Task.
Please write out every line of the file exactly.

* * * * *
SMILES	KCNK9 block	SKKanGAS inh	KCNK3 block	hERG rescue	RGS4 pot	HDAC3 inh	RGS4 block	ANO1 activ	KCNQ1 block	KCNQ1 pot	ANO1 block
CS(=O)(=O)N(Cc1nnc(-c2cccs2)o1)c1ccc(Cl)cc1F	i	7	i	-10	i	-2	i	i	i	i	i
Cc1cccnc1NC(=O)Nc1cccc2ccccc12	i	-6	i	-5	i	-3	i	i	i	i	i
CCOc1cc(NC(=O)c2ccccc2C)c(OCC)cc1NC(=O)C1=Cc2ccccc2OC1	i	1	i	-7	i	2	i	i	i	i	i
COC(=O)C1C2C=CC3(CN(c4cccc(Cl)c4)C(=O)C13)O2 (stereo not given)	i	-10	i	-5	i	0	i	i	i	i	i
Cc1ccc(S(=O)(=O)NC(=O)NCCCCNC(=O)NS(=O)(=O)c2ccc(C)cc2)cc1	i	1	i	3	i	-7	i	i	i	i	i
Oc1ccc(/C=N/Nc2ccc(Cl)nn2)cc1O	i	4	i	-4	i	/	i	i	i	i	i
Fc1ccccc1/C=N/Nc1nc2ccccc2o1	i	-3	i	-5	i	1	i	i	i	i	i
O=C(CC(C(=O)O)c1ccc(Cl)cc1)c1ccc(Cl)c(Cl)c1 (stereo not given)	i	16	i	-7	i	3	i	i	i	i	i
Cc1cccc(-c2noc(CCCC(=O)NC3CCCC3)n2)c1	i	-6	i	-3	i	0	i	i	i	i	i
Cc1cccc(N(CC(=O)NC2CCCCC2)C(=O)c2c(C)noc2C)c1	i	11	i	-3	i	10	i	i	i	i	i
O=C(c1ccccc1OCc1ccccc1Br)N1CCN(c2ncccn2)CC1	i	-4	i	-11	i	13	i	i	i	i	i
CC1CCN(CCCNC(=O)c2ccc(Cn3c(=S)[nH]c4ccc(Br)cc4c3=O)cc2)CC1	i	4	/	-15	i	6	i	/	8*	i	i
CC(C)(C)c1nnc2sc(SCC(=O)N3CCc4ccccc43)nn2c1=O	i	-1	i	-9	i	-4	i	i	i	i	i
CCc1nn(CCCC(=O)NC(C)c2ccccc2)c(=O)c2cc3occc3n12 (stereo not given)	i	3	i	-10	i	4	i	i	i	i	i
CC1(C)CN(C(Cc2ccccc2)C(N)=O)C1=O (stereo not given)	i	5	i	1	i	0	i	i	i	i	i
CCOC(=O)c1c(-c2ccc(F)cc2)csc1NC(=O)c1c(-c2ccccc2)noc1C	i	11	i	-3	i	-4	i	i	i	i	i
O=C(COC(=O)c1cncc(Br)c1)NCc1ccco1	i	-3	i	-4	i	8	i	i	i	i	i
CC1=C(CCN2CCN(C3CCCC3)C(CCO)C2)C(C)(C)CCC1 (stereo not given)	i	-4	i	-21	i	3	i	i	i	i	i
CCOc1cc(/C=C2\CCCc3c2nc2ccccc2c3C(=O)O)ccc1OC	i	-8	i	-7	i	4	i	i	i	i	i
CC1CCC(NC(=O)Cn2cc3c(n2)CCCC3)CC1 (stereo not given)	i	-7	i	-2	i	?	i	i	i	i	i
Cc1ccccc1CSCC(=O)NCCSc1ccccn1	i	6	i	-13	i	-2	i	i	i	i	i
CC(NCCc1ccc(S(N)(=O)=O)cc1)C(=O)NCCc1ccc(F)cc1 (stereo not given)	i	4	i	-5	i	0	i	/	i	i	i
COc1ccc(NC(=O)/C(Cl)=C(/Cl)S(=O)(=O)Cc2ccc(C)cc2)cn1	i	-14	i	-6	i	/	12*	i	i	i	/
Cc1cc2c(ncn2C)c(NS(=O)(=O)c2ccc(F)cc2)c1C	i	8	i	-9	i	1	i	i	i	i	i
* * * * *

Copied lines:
SMILES	KCNK9 block	SKKanGAS inh	KCNK3 block	hERG rescue	RGS4 pot	HDAC3 inh	RGS4 block	ANO1 activ	KCNQ1 block	KCNQ1 pot	ANO1 block
CS(=O)(=O)N(Cc1nnc(-c2cccs2)o1)c1ccc(Cl)cc1F	i	7	i	-10	i	-2	i	i	i	i	i
Cc1cccnc1NC(=O)Nc1cccc2ccccc12	i	-6	i	-5	i	-3	i	i	i	i	i
CCOc1cc(NC(=O)c2ccccc2C)c(OCC)cc1NC(=O)C1=Cc2ccccc2OC1	i	1	i	-7	i	2	i	i	i	i	i
COC(=O)C1C2C=CC3(CN(c4cccc(Cl)c4)C(=O)C13)O2 (stereo not given)	i	-10	i	-5	i	0	i	i	i	i	i
Cc1ccc(S(=O)(=O)NC(=O)NCCCCNC(=O)NS(=O)(=O)c2ccc(C)cc2)cc1	i	1	i	3	i	-7	i	i	i	i	i
Oc1ccc(/C=N/Nc2ccc(Cl)nn2)cc1O	i	4	i	-4	i	/	i	i	i	i	i
Fc1ccccc1/C=N/Nc1nc2ccccc2o1	i	-3	i	-5	i	1	i	i	i	i	i
O=C(CC(C(=O)O)c1ccc(Cl)cc1)c1ccc(Cl)c(Cl)c1 (stereo not given)	i	16	i	-7	i	3	i	i	i	i	i
Cc1cccc(-c2noc(CCCC(=O)NC3CCCC3)n2)c1	i	-6	i	-3	i	0	i	i	i	i	i
Cc1cccc(N(CC(=O)NC2CCCCC2)C(=O)c2c(C)noc2C)c1	i	11	i	-3	i	10	i	i	i	i	i
O=C(c1ccccc1OCc1ccccc1Br)N1CCN(c2ncccn2)CC1	i	-4	i	-11	i	13	i	i	i	i	i
CC1CCN(CCCNC(=O)c2ccc(Cn3c(=S)[nH]c4ccc(Br)cc4c3=O)cc2)CC1	i	4	/	-15	i	6	i	/	8*	i	i
CC(C)(C)c1nnc2sc(SCC(=O)N3CCc4ccccc43)nn2c1=O	i	-1	i	-9	i	-4	i	i	i	i	i
CCc1nn(CCCC(=O)NC(C)c2ccccc2)c(=O)c2cc3occc3n12 (stereo not given)	i	3	i	-10	i	4	i	i	i	i	i
CC1(C)CN(C(Cc2ccccc2)C(N)=O)C1=O (stereo not given)	i	5	i	1	i	0	i	i	i	i	i
CCOC(=O)c1c(-c2ccc(F)cc2)csc1NC(=O)c1c(-c2ccccc2)noc1C	i	11	i	-3	i	-4	i	i	i	i	i
O=C(COC(=O)c1cncc(Br)c1)NCc1ccco1	i	-3	i	-4	i	8	i	i	i	i	i
CC1=C(CCN2CCN(C3CCCC3)C(CCO)C2)C(C)(C)CCC1 (stereo not given)	i	-4	i	-21	i	3	i	i	i	i	i
CCOc1cc(/C=C2\CCCc3c2nc2ccccc2c3C(=O)O)ccc1OC	i	-8	i	-7	i	4	i	i	i	i	i
CC1CCC(NC(=O)Cn2cc3c(n2)CCCC3)CC1 (stereo not given)	i	-7	i	-2	i	?	i	i	i	i	i
Cc1ccccc1CSCC(=O)NCCSc1ccccn1	i	6	i	-13	i	-2	i	i	i	i	i
CC(NCCc1ccc(S(N)(=O)=O)cc1)C(=O)NCCc1ccc(F)cc1 (stereo not given)	i	4	i	-5	i	0	i	/	i	i	i
COc1ccc(NC(=O)/C(Cl)=C(/Cl)S(=O)(=O)Cc2ccc(C)cc2)cn1	i	-14	i	-6	i	/	12*	i	i	i	/
Cc1cc2c(ncn2C)c(NS(=O)(=O)c2ccc(F)cc2)c1C	i	8	i	-9	i	1	i	i	i	i	i